What is Call Coverage and how to measure it?

Call Coverage Metric

Call Coverage Metric Definition

Call coverage is the percentage of executed software function calls. It is a structural coverage metric that helps to judge the degree of testing at the architectual level.

Difference to Function Coverage

The metric easily gets confused with Function Coverage. But whereas the latter is about execution of the function itself Call Coverage mandates that each call found in the code is executed at least once. 100% Function Coverage therefore does not imply 100% Call Coverage. The oppositive is not necessarily true either, though. See the Limitations below for details.

Relevance in Safety Standards

Subsection 10.4.5 of ISO 26262  part 6 recommends Call Coverage for ASIL A and B. For ASIL C and D even highly recommends it. Table 15 lists this metric as an alternative entry – see Interpretations of tables in section 4.2. Function Coverage is the other alternative with an equal recommendation level.  See our discussion on Code Coverage Metrics Recommended by ISO 26262 for more details.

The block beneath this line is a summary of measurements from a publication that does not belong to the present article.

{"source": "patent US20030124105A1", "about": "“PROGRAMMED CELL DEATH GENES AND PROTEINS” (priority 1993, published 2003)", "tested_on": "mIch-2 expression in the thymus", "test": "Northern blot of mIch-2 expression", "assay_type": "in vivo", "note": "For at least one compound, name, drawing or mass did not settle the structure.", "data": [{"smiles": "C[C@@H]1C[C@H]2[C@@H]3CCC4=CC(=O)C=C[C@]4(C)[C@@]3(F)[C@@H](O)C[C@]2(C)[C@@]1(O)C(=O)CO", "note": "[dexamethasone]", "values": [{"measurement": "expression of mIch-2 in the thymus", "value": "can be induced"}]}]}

Limitations

Call coverage provides a high-level overview of test coverage. As it is not concerned with the implementation details of the functions the coverage of the units by themselves needs to measured with metrics like  Decision (or Branch) Coverage or even better Modified Condition/Decision Coverage (MC/DC).

When interpreting the metric too literally it would not able to detect unused functions: functions may have an implementation but not have any caller in the rest of the code. This not only impacts maintenance of the code. It may even be a sign of a programming error. Therefore watch out for your report not sticking to the number of calls only.

Tool Support and Alternatives

The number of tools supporting the metric is rather small. The number of customer requests simply is too low. However, do not despair when the vendor does not list it explictly! The much more fine-grained variants of Condition Coverage (like MC/DC) can come to rescue! Here’s why:

bool is_item_enabled(Item *item)
{
     return item->enabled;
}

int get_item_rank(Item *item)
{
     if (!item || !is_item_enabled(item))
         return -1;
     return item->rank;
}

Neither line, statement nor branch coverage guarantee an invocation of is_item_enabled(). Condition Coverage, however, requires an evaluation of both !item and !is_item_enabled(item). 100% MC/DC coverage (as an example) does therefore imply 100% Call Coverage.